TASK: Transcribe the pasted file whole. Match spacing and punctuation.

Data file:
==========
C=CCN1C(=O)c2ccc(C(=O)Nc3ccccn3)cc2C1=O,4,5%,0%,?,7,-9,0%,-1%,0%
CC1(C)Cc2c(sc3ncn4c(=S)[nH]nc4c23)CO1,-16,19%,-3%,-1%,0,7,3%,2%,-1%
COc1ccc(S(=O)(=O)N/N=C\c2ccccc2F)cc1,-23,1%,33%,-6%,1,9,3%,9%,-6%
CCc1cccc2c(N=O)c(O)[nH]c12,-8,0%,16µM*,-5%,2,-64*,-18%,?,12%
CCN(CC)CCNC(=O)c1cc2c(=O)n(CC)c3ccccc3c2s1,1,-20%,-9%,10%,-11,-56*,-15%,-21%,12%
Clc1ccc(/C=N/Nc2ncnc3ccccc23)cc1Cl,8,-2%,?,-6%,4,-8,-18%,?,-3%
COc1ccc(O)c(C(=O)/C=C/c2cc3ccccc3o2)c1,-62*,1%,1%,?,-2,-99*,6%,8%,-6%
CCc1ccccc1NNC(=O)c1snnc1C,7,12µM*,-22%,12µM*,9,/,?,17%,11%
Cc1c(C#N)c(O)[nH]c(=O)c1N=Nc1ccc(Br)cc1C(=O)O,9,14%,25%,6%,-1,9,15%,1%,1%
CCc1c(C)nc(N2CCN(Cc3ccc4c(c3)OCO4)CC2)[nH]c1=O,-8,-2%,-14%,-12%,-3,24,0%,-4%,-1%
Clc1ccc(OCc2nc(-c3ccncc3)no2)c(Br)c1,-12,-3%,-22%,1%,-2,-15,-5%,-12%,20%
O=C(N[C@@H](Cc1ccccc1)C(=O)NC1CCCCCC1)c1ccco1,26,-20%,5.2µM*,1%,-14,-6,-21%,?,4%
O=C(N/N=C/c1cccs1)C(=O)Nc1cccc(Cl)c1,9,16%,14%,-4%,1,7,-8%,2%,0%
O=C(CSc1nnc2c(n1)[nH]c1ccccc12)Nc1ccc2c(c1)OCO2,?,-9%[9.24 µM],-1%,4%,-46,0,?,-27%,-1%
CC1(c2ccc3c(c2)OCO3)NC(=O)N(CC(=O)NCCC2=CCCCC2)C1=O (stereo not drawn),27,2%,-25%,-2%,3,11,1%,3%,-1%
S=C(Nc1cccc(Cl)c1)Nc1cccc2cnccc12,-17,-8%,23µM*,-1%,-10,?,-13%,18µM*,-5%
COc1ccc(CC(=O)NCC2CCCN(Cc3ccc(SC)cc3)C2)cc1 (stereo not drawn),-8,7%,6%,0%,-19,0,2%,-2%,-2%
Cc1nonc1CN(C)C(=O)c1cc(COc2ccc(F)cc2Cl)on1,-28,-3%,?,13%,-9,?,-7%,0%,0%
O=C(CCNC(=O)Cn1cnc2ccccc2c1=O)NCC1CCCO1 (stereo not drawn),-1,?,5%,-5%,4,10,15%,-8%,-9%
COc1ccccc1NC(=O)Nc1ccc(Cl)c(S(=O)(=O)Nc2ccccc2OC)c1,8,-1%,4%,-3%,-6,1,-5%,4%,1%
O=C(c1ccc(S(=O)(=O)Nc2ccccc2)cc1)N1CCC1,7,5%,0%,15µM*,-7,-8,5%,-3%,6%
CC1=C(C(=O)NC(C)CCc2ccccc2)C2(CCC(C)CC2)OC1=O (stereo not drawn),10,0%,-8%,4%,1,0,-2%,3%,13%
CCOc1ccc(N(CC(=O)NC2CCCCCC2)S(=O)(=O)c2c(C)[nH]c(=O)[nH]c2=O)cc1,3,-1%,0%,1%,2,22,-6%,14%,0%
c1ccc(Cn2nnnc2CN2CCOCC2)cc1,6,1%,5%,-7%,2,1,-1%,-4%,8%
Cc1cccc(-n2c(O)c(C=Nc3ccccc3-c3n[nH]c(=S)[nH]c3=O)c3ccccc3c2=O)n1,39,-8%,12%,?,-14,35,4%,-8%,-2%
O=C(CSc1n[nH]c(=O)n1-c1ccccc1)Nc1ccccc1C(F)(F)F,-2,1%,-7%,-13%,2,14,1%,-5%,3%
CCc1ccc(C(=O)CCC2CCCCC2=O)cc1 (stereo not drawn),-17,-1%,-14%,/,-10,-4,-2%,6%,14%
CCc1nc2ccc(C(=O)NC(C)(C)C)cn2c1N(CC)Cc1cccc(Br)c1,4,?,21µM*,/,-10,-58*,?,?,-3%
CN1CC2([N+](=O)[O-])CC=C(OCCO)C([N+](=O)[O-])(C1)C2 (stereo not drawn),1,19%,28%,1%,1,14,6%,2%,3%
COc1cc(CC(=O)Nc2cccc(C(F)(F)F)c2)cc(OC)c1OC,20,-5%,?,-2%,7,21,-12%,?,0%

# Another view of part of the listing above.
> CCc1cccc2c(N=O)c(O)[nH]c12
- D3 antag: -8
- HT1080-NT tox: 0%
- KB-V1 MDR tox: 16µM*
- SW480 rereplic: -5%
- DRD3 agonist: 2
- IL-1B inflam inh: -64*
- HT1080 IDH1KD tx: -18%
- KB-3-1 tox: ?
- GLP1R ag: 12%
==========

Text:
C=CCN1C(=O)c2ccc(C(=O)Nc3ccccn3)cc2C1=O,4,5%,0%,?,7,-9,0%,-1%,0%
CC1(C)Cc2c(sc3ncn4c(=S)[nH]nc4c23)CO1,-16,19%,-3%,-1%,0,7,3%,2%,-1%
COc1ccc(S(=O)(=O)N/N=C\c2ccccc2F)cc1,-23,1%,33%,-6%,1,9,3%,9%,-6%
CCc1cccc2c(N=O)c(O)[nH]c12,-8,0%,16µM*,-5%,2,-64*,-18%,?,12%
CCN(CC)CCNC(=O)c1cc2c(=O)n(CC)c3ccccc3c2s1,1,-20%,-9%,10%,-11,-56*,-15%,-21%,12%
Clc1ccc(/C=N/Nc2ncnc3ccccc23)cc1Cl,8,-2%,?,-6%,4,-8,-18%,?,-3%
COc1ccc(O)c(C(=O)/C=C/c2cc3ccccc3o2)c1,-62*,1%,1%,?,-2,-99*,6%,8%,-6%
CCc1ccccc1NNC(=O)c1snnc1C,7,12µM*,-22%,12µM*,9,/,?,17%,11%
Cc1c(C#N)c(O)[nH]c(=O)c1N=Nc1ccc(Br)cc1C(=O)O,9,14%,25%,6%,-1,9,15%,1%,1%
CCc1c(C)nc(N2CCN(Cc3ccc4c(c3)OCO4)CC2)[nH]c1=O,-8,-2%,-14%,-12%,-3,24,0%,-4%,-1%
Clc1ccc(OCc2nc(-c3ccncc3)no2)c(Br)c1,-12,-3%,-22%,1%,-2,-15,-5%,-12%,20%
O=C(N[C@@H](Cc1ccccc1)C(=O)NC1CCCCCC1)c1ccco1,26,-20%,5.2µM*,1%,-14,-6,-21%,?,4%
O=C(N/N=C/c1cccs1)C(=O)Nc1cccc(Cl)c1,9,16%,14%,-4%,1,7,-8%,2%,0%
O=C(CSc1nnc2c(n1)[nH]c1ccccc12)Nc1ccc2c(c1)OCO2,?,-9%[9.24 µM],-1%,4%,-46,0,?,-27%,-1%
CC1(c2ccc3c(c2)OCO3)NC(=O)N(CC(=O)NCCC2=CCCCC2)C1=O (stereo not drawn),27,2%,-25%,-2%,3,11,1%,3%,-1%
S=C(Nc1cccc(Cl)c1)Nc1cccc2cnccc12,-17,-8%,23µM*,-1%,-10,?,-13%,18µM*,-5%
COc1ccc(CC(=O)NCC2CCCN(Cc3ccc(SC)cc3)C2)cc1 (stereo not drawn),-8,7%,6%,0%,-19,0,2%,-2%,-2%
Cc1nonc1CN(C)C(=O)c1cc(COc2ccc(F)cc2Cl)on1,-28,-3%,?,13%,-9,?,-7%,0%,0%
O=C(CCNC(=O)Cn1cnc2ccccc2c1=O)NCC1CCCO1 (stereo not drawn),-1,?,5%,-5%,4,10,15%,-8%,-9%
COc1ccccc1NC(=O)Nc1ccc(Cl)c(S(=O)(=O)Nc2ccccc2OC)c1,8,-1%,4%,-3%,-6,1,-5%,4%,1%
O=C(c1ccc(S(=O)(=O)Nc2ccccc2)cc1)N1CCC1,7,5%,0%,15µM*,-7,-8,5%,-3%,6%
CC1=C(C(=O)NC(C)CCc2ccccc2)C2(CCC(C)CC2)OC1=O (stereo not drawn),10,0%,-8%,4%,1,0,-2%,3%,13%
CCOc1ccc(N(CC(=O)NC2CCCCCC2)S(=O)(=O)c2c(C)[nH]c(=O)[nH]c2=O)cc1,3,-1%,0%,1%,2,22,-6%,14%,0%
c1ccc(Cn2nnnc2CN2CCOCC2)cc1,6,1%,5%,-7%,2,1,-1%,-4%,8%
Cc1cccc(-n2c(O)c(C=Nc3ccccc3-c3n[nH]c(=S)[nH]c3=O)c3ccccc3c2=O)n1,39,-8%,12%,?,-14,35,4%,-8%,-2%
O=C(CSc1n[nH]c(=O)n1-c1ccccc1)Nc1ccccc1C(F)(F)F,-2,1%,-7%,-13%,2,14,1%,-5%,3%
CCc1ccc(C(=O)CCC2CCCCC2=O)cc1 (stereo not drawn),-17,-1%,-14%,/,-10,-4,-2%,6%,14%
CCc1nc2ccc(C(=O)NC(C)(C)C)cn2c1N(CC)Cc1cccc(Br)c1,4,?,21µM*,/,-10,-58*,?,?,-3%
CN1CC2([N+](=O)[O-])CC=C(OCCO)C([N+](=O)[O-])(C1)C2 (stereo not drawn),1,19%,28%,1%,1,14,6%,2%,3%
COc1cc(CC(=O)Nc2cccc(C(F)(F)F)c2)cc(OC)c1OC,20,-5%,?,-2%,7,21,-12%,?,0%

# Another view of part of the listing above.
> CCc1cccc2c(N=O)c(O)[nH]c12
- D3 antag: -8
- HT1080-NT tox: 0%
- KB-V1 MDR tox: 16µM*
- SW480 rereplic: -5%
- DRD3 agonist: 2
- IL-1B inflam inh: -64*
- HT1080 IDH1KD tx: -18%
- KB-3-1 tox: ?
- GLP1R ag: 12%